And then in 1980 Urban Cowboy hit the big screen and the Texas chic trend hit the bigtime. Longnecks, filled with both Lone Star and other non-Texan beers, were everywhere. You could get a longneck at the Lone Star Café, in New York City, and just about anywhere across the country. In 1982, this publication printed a story headlined “The Beer That Made Armadillos Famous” that noted, “Lone Star longnecks had become a Texas institution and a nationwide symbol for the Lone Star State.” That same year, the venerable New York Times published a story about longnecks headlined “Texas, This Beer Bottle Is for You.” That story quoted Sherwood Cryer, the founder and manager of the famed Houston nightclub Gilley’s, saying, ”We don’t handle anything but longnecks…when they’re dancing with the gals, they stick it in their back pocket, and they hold onto the son-of-a-guan everywhere they go…I tried cans in here for a long time because these boys are bad about fighting with bottles. They’d throw a bottle clear across the room and if they broke a bottle and started fighting with it, it could get unfortunate.” Even so, the cans, Cryer told the paper, didn’t sell. All anybody wanted was a longneck.

That was then. Today, as Texas enjoys the fruits of a blossoming craft brewing craze, there are a lot more local beers on the market. And, yes, many of them come in cans. There are a few reasons for this, including production costs, packaging costs, usability (trips to the pool, the lake, the river, the beach, the campsite, etc.), quality protection (cans do a superior job of preventing the penetration of flavor-depleting sun rays and oxygen), and so forth. But many of these new brews come off the line in longneck bottles, too.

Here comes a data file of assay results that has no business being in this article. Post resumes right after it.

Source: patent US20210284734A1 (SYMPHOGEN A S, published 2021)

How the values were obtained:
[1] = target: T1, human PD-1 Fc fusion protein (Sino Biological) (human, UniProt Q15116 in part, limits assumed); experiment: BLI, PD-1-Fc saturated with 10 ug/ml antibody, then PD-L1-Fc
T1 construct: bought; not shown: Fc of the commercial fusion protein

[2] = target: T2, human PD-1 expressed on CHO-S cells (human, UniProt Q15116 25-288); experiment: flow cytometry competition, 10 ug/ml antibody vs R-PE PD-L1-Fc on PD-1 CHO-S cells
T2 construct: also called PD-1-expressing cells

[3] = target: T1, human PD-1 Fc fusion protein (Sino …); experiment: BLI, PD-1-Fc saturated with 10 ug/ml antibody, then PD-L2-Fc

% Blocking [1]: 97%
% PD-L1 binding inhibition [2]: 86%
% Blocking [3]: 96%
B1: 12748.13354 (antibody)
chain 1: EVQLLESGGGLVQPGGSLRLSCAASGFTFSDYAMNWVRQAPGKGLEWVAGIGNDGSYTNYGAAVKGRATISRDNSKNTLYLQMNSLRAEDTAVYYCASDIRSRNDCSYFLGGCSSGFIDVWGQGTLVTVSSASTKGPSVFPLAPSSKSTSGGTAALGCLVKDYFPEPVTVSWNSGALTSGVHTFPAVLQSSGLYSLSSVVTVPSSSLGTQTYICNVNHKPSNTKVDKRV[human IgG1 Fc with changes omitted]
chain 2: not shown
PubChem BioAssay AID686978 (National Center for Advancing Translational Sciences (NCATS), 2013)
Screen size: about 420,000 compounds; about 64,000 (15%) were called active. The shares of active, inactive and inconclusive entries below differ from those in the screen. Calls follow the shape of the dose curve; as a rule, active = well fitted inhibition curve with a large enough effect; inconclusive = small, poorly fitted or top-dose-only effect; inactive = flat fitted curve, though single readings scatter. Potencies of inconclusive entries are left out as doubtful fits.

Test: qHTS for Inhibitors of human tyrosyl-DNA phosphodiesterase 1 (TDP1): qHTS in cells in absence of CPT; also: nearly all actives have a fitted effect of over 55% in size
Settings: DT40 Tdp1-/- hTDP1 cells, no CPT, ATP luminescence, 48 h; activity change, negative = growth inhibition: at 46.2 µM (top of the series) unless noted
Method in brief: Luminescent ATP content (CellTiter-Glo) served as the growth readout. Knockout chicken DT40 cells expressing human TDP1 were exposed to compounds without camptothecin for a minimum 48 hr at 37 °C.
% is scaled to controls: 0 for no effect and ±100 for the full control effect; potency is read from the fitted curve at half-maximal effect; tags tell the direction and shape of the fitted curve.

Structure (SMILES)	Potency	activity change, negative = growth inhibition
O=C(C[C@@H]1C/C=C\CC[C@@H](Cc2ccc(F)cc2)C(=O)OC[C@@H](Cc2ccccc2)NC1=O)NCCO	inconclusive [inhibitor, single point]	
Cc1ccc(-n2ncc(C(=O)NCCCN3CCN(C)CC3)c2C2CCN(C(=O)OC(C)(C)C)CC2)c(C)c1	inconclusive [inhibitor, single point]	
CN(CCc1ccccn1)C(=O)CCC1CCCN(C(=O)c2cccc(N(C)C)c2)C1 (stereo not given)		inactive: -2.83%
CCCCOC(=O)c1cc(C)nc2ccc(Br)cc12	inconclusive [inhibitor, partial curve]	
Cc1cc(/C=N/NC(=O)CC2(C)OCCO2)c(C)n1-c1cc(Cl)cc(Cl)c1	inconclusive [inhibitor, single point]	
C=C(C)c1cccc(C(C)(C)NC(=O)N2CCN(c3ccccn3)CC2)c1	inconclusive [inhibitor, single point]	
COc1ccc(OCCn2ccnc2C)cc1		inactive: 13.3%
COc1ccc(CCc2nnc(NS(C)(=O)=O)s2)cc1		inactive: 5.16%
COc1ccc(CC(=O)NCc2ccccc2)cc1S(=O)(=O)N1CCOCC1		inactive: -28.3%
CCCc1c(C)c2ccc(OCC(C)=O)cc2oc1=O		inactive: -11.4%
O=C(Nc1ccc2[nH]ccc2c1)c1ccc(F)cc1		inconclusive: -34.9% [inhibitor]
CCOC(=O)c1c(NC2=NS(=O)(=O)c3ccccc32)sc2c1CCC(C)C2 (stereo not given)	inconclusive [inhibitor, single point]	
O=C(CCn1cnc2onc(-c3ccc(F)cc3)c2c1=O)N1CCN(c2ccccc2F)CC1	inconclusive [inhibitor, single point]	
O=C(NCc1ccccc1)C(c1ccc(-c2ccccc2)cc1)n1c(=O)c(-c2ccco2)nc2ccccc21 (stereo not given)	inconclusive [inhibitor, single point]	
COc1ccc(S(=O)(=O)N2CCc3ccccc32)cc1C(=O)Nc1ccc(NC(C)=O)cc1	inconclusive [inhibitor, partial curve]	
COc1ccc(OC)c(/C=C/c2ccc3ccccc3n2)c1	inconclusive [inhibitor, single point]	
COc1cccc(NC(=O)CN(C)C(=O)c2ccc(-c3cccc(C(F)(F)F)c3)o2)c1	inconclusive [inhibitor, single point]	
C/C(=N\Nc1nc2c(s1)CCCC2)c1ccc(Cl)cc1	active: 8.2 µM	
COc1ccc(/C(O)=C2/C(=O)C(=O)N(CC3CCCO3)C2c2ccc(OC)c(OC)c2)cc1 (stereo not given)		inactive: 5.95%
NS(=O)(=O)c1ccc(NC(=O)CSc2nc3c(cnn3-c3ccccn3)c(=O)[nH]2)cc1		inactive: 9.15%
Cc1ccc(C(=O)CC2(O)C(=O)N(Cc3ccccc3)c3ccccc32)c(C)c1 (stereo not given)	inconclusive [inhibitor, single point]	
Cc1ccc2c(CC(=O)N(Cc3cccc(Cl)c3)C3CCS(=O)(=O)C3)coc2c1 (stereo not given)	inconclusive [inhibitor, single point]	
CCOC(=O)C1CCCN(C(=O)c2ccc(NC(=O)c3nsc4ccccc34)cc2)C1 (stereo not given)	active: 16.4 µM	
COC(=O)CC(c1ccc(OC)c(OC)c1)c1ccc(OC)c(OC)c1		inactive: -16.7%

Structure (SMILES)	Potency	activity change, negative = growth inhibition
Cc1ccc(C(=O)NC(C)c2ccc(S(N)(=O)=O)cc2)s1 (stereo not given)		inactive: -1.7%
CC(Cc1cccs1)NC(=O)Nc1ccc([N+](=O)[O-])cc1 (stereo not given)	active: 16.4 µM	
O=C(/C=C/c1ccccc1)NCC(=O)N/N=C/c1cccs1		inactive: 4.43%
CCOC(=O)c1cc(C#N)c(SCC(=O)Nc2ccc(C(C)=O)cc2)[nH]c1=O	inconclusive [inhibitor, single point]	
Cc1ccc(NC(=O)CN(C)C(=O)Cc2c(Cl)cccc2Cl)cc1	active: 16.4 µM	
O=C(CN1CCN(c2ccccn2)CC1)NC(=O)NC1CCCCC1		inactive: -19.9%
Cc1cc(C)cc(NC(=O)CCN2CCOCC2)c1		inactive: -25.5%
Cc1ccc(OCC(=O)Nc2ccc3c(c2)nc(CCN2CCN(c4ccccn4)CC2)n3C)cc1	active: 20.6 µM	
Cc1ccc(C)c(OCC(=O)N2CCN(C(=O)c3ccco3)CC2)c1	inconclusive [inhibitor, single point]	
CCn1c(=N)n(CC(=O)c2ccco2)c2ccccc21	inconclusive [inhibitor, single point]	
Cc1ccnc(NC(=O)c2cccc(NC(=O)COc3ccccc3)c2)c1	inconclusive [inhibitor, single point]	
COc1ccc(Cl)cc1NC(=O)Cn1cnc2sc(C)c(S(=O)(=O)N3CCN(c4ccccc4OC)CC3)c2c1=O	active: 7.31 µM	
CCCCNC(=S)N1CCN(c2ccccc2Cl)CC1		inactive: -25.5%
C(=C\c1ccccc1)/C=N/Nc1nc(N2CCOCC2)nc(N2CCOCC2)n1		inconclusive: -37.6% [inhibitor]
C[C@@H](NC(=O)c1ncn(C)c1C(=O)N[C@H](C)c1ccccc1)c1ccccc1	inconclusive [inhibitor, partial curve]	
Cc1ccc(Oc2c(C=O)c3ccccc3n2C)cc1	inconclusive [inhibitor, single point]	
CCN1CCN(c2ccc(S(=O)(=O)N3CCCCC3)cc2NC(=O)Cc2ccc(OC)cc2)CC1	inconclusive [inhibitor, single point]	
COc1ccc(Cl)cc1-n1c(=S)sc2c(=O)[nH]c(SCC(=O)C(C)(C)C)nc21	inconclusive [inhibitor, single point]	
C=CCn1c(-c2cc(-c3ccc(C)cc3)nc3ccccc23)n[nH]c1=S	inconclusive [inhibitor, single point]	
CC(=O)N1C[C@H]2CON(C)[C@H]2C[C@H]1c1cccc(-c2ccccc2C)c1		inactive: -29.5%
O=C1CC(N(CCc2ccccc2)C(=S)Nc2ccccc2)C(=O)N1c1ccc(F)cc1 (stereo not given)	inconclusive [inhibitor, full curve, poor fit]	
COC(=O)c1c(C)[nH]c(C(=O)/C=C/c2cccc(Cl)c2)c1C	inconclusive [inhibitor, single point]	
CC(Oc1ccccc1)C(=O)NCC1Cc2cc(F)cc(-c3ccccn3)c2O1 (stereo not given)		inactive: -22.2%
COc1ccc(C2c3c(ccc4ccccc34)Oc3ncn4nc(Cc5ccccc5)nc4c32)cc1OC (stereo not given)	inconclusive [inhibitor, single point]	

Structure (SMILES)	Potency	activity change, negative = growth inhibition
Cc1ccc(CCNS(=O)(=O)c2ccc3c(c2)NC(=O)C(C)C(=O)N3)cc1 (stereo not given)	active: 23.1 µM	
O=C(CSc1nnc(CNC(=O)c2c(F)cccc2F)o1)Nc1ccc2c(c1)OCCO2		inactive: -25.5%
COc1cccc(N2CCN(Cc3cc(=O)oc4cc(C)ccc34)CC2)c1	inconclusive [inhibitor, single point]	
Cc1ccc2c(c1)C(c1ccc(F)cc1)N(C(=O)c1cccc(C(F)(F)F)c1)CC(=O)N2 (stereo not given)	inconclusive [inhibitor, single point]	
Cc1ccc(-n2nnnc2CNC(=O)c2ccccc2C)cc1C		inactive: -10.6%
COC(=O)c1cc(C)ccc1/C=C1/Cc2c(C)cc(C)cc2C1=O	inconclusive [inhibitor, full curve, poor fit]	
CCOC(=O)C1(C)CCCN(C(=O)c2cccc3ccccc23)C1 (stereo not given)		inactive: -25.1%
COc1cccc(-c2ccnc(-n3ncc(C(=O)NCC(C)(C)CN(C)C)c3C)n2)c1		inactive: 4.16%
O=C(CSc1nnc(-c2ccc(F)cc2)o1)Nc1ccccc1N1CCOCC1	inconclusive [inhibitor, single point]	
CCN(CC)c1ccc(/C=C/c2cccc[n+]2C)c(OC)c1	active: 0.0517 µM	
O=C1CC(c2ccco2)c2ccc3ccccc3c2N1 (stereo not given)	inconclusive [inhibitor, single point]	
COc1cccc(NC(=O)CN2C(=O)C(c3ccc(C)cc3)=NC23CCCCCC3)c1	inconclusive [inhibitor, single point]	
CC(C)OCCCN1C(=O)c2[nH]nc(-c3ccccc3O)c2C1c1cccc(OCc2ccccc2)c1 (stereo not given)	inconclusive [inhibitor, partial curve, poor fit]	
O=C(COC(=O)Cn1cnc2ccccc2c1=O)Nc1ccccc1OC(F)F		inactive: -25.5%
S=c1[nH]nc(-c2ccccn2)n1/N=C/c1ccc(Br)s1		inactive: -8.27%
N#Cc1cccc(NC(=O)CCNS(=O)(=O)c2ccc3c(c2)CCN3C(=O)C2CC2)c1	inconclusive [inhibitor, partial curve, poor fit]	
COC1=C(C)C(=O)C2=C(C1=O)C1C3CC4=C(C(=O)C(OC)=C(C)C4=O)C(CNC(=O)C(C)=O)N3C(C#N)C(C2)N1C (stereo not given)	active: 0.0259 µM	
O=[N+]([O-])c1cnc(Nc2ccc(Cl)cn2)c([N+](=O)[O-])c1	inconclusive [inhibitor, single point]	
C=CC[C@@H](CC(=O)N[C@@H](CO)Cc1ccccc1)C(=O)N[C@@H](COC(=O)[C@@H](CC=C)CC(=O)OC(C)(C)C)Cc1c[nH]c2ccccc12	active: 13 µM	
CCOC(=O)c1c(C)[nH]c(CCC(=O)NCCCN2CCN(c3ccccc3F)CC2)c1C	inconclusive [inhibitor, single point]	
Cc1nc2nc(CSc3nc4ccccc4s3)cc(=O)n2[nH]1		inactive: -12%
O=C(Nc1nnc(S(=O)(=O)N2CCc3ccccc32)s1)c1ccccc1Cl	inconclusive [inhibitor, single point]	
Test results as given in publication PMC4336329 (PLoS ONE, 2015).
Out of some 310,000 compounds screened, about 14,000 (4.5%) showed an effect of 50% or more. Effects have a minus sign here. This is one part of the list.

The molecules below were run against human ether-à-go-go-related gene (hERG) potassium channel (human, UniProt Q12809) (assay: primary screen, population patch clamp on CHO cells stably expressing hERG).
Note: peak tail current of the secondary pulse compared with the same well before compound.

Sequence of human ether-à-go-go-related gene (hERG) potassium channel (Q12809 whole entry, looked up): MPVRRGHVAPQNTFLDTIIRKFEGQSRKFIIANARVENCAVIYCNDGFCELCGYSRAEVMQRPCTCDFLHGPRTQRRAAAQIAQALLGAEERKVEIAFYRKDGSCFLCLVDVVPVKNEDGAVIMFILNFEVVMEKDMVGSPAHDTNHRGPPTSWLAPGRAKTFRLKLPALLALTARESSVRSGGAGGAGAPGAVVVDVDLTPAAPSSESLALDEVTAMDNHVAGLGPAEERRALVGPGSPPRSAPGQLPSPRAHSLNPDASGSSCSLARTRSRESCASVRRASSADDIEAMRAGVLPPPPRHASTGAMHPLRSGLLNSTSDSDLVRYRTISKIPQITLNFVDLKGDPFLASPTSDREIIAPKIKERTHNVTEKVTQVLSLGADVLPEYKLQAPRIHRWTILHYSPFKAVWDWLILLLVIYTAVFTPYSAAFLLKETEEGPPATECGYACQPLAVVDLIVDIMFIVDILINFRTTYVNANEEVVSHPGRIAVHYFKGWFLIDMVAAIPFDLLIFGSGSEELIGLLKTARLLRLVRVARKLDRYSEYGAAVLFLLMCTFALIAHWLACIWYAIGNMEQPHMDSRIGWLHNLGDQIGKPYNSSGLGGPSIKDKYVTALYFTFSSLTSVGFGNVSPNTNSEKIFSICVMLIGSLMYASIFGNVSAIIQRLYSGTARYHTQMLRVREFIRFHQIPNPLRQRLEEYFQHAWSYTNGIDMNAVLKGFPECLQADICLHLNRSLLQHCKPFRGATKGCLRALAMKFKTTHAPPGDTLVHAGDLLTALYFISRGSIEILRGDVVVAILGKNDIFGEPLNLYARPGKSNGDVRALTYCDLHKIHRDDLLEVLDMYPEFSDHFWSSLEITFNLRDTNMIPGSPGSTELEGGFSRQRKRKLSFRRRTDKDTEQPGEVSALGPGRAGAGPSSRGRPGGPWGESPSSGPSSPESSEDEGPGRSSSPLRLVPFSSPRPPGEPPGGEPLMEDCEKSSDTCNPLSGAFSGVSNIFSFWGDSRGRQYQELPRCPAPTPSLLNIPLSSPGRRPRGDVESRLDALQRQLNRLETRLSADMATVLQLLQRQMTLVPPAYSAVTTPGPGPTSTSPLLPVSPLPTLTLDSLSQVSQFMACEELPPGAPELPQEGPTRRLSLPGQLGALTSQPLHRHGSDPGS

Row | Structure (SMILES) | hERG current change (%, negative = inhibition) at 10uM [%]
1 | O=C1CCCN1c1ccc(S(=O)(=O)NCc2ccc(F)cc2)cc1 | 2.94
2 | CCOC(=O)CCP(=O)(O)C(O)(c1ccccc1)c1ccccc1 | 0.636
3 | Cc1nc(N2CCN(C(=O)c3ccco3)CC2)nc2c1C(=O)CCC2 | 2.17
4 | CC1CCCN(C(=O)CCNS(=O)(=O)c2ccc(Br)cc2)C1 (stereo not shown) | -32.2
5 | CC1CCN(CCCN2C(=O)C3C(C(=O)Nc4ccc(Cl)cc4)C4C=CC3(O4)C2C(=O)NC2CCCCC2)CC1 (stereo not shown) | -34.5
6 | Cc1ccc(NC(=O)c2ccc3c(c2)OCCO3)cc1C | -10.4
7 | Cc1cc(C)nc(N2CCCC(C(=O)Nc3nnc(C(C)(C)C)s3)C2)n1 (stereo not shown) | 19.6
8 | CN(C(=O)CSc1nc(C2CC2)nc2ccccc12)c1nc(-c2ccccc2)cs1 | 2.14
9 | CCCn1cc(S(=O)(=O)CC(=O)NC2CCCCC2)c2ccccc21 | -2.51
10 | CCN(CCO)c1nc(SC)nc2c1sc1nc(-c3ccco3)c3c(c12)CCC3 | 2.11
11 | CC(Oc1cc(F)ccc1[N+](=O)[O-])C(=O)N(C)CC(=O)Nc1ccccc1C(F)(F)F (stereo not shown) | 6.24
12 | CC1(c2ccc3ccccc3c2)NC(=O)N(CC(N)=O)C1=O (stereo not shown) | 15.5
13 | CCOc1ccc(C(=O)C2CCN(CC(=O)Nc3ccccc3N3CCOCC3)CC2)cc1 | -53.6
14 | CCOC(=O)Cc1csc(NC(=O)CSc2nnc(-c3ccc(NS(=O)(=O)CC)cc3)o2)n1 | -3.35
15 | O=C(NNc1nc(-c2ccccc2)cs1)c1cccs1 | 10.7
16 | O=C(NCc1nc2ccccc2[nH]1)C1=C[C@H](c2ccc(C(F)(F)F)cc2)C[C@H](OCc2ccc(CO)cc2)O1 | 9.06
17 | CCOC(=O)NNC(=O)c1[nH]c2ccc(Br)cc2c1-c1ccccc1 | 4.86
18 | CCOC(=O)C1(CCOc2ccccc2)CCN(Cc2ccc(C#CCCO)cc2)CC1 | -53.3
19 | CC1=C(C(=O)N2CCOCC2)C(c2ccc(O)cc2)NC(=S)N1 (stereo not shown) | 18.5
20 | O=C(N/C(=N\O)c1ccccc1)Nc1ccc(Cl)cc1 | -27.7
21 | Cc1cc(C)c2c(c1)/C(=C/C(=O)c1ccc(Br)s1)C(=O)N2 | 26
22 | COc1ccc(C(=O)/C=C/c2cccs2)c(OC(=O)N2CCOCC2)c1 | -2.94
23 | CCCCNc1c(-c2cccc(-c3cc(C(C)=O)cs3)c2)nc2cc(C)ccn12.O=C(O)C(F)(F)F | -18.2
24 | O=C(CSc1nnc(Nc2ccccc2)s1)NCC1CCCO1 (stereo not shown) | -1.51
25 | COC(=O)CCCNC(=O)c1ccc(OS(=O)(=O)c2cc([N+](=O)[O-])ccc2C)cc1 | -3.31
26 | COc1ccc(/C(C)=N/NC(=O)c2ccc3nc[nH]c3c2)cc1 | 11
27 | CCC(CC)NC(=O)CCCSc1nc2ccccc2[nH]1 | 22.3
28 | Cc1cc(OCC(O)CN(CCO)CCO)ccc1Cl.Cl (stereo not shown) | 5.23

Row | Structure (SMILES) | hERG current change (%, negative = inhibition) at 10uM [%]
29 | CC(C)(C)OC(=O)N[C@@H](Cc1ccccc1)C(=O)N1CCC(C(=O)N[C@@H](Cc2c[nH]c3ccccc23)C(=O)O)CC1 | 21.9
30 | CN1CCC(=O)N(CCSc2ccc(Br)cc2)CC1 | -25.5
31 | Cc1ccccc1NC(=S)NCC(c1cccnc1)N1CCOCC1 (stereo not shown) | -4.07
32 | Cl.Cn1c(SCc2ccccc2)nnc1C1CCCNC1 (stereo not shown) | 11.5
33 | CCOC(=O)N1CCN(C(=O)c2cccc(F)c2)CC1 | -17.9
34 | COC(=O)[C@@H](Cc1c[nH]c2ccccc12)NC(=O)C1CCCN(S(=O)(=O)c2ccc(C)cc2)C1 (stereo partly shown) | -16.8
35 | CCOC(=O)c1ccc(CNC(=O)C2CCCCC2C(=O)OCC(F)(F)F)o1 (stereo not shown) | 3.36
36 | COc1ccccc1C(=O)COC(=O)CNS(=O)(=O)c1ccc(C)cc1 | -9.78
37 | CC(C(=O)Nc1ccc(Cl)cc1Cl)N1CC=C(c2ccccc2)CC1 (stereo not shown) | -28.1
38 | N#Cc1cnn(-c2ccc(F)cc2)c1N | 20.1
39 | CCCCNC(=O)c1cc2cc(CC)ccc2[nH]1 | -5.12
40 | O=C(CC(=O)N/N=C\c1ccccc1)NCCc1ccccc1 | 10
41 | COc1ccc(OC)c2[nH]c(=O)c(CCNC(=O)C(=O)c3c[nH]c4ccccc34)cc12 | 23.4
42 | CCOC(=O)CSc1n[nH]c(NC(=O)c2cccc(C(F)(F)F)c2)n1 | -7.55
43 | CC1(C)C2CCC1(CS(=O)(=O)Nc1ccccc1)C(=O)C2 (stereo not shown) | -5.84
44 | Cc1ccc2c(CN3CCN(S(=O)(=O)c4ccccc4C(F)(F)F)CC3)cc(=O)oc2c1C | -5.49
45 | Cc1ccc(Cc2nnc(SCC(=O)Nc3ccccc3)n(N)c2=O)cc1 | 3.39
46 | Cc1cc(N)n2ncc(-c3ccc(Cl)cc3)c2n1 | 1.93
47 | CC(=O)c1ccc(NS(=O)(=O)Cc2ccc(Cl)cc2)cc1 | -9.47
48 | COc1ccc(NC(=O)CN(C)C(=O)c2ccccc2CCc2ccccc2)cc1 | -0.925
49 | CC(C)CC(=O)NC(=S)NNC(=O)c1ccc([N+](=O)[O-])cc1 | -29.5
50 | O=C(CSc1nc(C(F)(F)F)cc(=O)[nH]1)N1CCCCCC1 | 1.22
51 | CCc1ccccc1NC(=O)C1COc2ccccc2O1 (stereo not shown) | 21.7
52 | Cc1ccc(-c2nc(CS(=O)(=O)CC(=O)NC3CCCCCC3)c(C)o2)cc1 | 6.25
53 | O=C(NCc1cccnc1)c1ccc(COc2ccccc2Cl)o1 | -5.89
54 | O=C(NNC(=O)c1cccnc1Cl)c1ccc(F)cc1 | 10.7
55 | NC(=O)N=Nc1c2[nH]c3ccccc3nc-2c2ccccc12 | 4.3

So, while it may appear that there are fewer longnecks in the beer section these days, the Texanist suspects that the actual number of available longnecks has actually increased. It’s the astonishing upsurge in the number of canned beers that makes the population of bottled brew look so puny in comparison. The Texanist bases this rigorously researched conclusion on frequent visits to beer section of his neighborhood grocery store—an immaculate corner of that establishment so well-tended to that it has its own Twitter account.

But rest assured: among those who toil in the North American beer industry, the longneck bottle is formally known as the “industry standard bottle.” And the standard it remains. Trust the Texanist when he says that the longneck ain’t going anywhere anytime soon.

Now, all of that said, the important thing to remember is that when it comes to beer, the method of delivery, be it a longneck, a can, or a keg on a Spring Break beach, is, at the end of the day, much less important than the deliverable itself. Here’s to the good times, and to the various vessels whose contents are key to making them happen. Long may they live! All of them!

Have a question for the Texanist? He’s always available here. Be sure to tell him where you’re from.

A version of this is published in the December 2018 issue.